Worsley is Chief Curator at Historic Royal Palaces but is best known as a presenter of BBC television series on historical topics, including Elegance and Decadence: The Age of the Regency (2011), Harlots, Housewives and Heroines: A 17th Century History for Girls (2012), The First Georgians: The German Kings Who Made Britain (2014), A Very British Romance (2015), Lucy Worsley: Mozart’s London Odyssey (2016) and Six Wives with Lucy Worsley (2016).
Worsley was born in Reading, Berkshire. Her father, Peter Worsley (b. 1939), taught geology at Reading University, while her mother, Enid (née Kay; 1945) is a consultant in educational policy and practice. She has a younger brother, Tom Worsley (b. 1976).
Before going to university, Worsley attended St Bartholomew's School, Newbury and West Bridgford School, Nottingham. She read Ancient and Modern History at New College, Oxford, graduating in 1995 with a BA First-class honours degree.
Worsley began her career as a historic house curator at Milton Manor, near Abingdon, in the summer of 1995. From 1996 to 2002, she was an Inspector of Historic Buildings for English Heritage in the East Midlands region. During that time she studied the life of William Cavendish, 1st Duke of Newcastle and wrote the English Heritage guide to his home, Bolsover Castle. In 2001 she was awarded a DPhil degree from the University of Sussex for a thesis on The Architectural Patronage of William Cavendish, first Duke of Newcastle, 1593–1676. The thesis was later developed into Worsley's book Cavalier: A Tale of Chivalry, Passion and Great Houses.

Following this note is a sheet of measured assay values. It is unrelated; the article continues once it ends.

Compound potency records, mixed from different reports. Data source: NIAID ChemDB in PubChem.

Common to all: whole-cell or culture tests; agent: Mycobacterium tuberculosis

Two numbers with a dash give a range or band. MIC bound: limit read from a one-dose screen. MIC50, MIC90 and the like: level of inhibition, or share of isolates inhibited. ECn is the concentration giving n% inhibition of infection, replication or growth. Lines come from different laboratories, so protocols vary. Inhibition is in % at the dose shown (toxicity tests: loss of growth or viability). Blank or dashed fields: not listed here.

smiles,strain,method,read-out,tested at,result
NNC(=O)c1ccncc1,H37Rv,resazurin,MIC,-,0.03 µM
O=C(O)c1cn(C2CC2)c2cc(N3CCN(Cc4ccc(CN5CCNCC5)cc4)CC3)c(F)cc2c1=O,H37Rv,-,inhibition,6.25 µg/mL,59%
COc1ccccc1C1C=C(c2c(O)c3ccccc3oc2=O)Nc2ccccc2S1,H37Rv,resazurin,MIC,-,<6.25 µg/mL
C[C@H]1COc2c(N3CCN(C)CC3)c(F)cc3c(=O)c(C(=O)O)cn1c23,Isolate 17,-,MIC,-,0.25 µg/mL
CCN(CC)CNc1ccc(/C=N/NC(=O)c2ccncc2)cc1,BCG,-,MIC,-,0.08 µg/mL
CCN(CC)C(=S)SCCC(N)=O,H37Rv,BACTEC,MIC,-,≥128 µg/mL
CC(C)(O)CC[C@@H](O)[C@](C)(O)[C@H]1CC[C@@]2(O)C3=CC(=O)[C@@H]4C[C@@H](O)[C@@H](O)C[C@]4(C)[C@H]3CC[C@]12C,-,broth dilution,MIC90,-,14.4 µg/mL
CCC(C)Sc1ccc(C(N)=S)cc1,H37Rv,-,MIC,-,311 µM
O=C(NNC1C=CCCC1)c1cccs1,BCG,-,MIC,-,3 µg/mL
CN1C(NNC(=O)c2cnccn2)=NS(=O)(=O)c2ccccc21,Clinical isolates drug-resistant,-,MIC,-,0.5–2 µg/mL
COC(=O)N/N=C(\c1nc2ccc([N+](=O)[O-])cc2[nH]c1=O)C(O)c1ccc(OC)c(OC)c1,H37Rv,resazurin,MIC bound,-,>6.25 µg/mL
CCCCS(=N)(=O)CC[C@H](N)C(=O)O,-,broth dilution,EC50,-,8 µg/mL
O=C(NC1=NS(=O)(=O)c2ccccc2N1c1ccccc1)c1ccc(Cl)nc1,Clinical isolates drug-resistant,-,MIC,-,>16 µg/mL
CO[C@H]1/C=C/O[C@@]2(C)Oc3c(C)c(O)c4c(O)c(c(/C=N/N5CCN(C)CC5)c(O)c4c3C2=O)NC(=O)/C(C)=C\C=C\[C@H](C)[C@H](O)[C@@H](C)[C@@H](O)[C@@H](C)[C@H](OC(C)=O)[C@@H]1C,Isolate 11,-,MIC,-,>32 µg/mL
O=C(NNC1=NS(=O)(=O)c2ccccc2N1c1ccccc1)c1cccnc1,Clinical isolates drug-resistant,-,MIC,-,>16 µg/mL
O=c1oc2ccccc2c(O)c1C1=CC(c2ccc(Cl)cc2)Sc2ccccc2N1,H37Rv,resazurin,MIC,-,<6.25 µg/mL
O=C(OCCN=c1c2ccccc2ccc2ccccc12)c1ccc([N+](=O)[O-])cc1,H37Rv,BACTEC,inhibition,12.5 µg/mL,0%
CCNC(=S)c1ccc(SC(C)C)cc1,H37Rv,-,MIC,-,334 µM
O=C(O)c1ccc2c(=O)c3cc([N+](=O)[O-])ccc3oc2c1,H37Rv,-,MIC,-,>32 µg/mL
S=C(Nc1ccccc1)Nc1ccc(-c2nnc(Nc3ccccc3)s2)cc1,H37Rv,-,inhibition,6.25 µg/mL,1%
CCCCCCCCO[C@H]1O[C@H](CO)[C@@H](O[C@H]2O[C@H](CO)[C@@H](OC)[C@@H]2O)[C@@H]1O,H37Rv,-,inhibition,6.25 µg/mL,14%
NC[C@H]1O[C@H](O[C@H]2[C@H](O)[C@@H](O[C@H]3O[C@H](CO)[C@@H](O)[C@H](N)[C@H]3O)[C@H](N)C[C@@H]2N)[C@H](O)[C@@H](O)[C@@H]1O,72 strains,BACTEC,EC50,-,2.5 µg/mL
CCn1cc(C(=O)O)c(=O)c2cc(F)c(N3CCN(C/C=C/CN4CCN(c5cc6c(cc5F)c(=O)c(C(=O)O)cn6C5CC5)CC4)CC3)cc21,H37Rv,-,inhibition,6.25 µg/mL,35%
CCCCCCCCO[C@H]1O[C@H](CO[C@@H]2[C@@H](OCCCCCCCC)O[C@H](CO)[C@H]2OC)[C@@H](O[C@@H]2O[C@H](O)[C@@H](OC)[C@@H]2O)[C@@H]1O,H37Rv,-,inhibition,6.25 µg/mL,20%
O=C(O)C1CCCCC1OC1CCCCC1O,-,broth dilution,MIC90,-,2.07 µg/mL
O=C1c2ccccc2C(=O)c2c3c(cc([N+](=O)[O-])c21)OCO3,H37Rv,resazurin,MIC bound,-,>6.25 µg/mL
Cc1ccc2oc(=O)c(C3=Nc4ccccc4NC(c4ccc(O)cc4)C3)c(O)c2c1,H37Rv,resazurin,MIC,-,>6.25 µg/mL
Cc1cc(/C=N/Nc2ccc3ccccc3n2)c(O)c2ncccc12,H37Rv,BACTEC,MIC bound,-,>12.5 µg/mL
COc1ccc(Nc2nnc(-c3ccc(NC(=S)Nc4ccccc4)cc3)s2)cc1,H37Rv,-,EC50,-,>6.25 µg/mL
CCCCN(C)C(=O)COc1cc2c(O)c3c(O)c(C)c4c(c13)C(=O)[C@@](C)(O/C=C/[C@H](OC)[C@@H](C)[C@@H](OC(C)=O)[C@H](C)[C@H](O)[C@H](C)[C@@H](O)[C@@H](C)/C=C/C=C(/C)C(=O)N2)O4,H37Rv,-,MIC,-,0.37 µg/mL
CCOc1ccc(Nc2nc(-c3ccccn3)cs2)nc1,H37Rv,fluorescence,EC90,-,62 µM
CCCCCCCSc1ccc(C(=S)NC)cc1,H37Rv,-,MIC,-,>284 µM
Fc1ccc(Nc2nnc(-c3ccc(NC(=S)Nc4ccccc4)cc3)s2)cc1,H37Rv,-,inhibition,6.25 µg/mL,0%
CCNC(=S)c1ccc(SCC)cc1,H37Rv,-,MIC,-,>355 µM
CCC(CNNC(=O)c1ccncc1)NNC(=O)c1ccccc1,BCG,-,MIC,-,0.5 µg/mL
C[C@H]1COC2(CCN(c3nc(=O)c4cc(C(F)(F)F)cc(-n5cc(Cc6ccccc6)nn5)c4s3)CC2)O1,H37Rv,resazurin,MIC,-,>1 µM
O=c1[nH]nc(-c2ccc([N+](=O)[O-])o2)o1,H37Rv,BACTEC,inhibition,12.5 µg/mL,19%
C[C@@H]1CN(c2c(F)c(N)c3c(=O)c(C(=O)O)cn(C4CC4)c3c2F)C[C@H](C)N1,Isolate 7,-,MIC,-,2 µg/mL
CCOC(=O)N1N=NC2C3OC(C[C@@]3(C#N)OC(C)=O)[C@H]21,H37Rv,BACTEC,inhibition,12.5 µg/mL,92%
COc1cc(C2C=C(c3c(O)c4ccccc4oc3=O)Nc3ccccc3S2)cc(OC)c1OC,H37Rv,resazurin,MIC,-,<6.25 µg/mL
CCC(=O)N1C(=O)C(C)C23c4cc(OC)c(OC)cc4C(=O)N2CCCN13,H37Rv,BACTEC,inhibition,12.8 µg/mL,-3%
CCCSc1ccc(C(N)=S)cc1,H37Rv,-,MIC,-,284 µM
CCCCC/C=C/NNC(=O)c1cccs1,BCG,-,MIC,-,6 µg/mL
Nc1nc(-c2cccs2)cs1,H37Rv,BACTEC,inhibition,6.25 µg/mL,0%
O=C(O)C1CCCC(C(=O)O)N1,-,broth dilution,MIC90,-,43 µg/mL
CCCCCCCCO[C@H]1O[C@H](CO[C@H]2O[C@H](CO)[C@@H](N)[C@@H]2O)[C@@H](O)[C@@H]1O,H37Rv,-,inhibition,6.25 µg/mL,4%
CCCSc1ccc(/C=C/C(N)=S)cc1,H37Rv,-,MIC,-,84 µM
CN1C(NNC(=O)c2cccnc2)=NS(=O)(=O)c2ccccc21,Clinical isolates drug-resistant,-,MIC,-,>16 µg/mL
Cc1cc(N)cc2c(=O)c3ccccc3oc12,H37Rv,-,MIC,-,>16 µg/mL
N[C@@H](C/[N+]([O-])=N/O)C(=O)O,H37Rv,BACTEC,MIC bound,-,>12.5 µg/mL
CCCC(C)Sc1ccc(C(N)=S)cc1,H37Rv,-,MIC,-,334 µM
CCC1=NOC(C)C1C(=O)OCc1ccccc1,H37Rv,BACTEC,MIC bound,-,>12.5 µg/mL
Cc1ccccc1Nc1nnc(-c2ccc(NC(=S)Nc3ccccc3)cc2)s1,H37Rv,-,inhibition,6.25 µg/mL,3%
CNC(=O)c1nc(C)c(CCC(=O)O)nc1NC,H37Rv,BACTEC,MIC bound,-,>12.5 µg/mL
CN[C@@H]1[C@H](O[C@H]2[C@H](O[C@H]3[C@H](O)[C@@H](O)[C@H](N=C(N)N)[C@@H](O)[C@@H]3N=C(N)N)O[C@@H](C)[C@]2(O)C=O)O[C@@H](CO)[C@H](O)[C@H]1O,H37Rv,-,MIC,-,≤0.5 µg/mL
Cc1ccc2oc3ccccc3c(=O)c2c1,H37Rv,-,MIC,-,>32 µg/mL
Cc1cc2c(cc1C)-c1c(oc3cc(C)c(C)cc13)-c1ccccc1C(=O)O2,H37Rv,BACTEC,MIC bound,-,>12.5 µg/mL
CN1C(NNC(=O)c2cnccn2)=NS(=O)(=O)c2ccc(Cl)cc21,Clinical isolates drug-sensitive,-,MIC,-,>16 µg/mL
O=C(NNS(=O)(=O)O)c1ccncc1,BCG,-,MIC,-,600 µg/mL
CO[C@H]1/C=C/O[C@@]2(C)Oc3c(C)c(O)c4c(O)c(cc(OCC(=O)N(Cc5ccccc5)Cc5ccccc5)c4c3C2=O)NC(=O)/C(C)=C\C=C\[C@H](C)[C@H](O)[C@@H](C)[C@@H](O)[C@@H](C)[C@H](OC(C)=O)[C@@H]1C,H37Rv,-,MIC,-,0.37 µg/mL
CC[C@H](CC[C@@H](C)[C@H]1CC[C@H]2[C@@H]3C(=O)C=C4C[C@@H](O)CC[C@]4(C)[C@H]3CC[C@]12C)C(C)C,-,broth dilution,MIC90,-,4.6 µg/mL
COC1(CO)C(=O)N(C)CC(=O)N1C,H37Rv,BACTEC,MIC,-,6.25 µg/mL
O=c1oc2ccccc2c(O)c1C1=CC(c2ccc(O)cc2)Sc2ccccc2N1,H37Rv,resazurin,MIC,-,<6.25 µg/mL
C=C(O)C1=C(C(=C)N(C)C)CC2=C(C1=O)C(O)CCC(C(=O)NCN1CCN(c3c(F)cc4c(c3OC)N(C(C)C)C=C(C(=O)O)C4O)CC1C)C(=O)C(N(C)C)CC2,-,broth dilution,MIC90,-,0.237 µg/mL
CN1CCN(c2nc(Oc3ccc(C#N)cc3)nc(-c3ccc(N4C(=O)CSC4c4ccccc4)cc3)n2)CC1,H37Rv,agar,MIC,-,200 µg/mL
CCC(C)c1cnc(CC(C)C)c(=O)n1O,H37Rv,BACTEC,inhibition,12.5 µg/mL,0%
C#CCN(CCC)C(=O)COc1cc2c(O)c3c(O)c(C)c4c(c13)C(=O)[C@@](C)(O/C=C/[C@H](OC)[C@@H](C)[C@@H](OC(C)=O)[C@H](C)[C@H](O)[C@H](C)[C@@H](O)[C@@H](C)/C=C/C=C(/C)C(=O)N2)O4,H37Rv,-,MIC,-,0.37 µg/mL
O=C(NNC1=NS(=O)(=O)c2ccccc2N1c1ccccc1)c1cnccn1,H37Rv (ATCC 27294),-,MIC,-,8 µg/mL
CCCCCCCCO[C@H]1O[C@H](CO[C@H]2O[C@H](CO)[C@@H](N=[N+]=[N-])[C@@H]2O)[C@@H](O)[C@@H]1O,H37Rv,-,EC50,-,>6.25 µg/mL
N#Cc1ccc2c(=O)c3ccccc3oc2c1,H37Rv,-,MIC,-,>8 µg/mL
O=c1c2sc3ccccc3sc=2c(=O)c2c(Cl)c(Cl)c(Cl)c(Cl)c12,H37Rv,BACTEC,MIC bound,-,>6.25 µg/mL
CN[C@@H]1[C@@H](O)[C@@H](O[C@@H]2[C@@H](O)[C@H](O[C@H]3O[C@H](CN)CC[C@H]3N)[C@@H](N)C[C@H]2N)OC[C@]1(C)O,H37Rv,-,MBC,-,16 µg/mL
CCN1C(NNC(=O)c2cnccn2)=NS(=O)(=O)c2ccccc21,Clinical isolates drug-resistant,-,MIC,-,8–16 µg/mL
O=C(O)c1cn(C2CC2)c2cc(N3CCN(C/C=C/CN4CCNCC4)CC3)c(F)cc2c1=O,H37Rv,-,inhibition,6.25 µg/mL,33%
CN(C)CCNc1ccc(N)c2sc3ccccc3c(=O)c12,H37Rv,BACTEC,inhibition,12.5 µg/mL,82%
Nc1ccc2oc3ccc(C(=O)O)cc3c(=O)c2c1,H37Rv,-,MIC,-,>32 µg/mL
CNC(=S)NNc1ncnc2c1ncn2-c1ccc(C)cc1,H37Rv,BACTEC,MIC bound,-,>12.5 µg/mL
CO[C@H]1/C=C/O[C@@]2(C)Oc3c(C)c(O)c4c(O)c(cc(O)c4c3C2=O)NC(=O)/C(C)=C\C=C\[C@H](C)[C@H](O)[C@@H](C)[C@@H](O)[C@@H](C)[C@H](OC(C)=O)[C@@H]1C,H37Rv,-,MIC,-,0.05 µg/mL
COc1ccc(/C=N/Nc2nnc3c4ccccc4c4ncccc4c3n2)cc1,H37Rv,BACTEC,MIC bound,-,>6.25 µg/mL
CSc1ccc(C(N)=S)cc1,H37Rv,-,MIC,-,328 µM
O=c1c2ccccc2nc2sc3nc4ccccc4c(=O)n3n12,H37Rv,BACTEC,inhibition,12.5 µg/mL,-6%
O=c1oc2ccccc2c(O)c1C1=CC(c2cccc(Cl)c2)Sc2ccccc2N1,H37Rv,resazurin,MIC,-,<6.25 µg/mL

During 2002–2003, she was Major Projects and Research Manager for Glasgow Museums before becoming Chief Curator at Historic Royal Palaces, the independent charity responsible for maintaining the Tower of London, Hampton Court Palace, Kensington Palace State Apartments, the Banqueting House in Whitehall and Kew Palace in Kew Gardens. She oversaw the £12 million refurbishment of the Kensington Palace state apartments and gardens.
In 2005 she was elected a Senior Research Fellow at the Institute of Historical Research, University of London; she was also appointed visiting professor at Kingston University.
In 2011 she presented the four-part television series If Walls Could Talk exploring the history of British homes, from peasants' cottages to palaces; and the three-part series Elegance and Decadence: The Age of the Regency.
In 2012 she co-presented the three-part television series Antiques Uncovered, with antiques and collectibles expert Mark Hill, and (broadcast at the same time) Harlots, Housewives and Heroines, a three-part series on the lives of women after the Civil War and the Restoration of Charles II. Later that year she presented a documentary on Dorothy Hartley's Food in England as part of the BBC Four "Food and Drink" strand.
Her BBC series A Very British Murder examined the "morbid national obsession" with murder. The series looked at a number of cases from the 19th century, beginning with the Ratcliff Highway murders which gained national attention in 1811, the Red Barn Murder of 1826 and the "Bermondsey Horror" case of Frederick and Maria Manning in 1849.
In 2014, the three-part series The First Georgians: The German Kings Who Made Britain explored the contributions of the German-born kings George I and George II. The series explained why the Hanoverian George I came to be chosen as a British monarch, how he was succeeded by his very different son George II and why, without either, the current United Kingdom would likely be a very different place. The series emphasises the positive influence of these kings whilst showing the flaws in each. A Very British Romance, a three-part series for BBC Four, was based on the romantic novels to uncover the forces shaping our very British happily ever after and how our feelings have been affected by social, political and cultural ideas.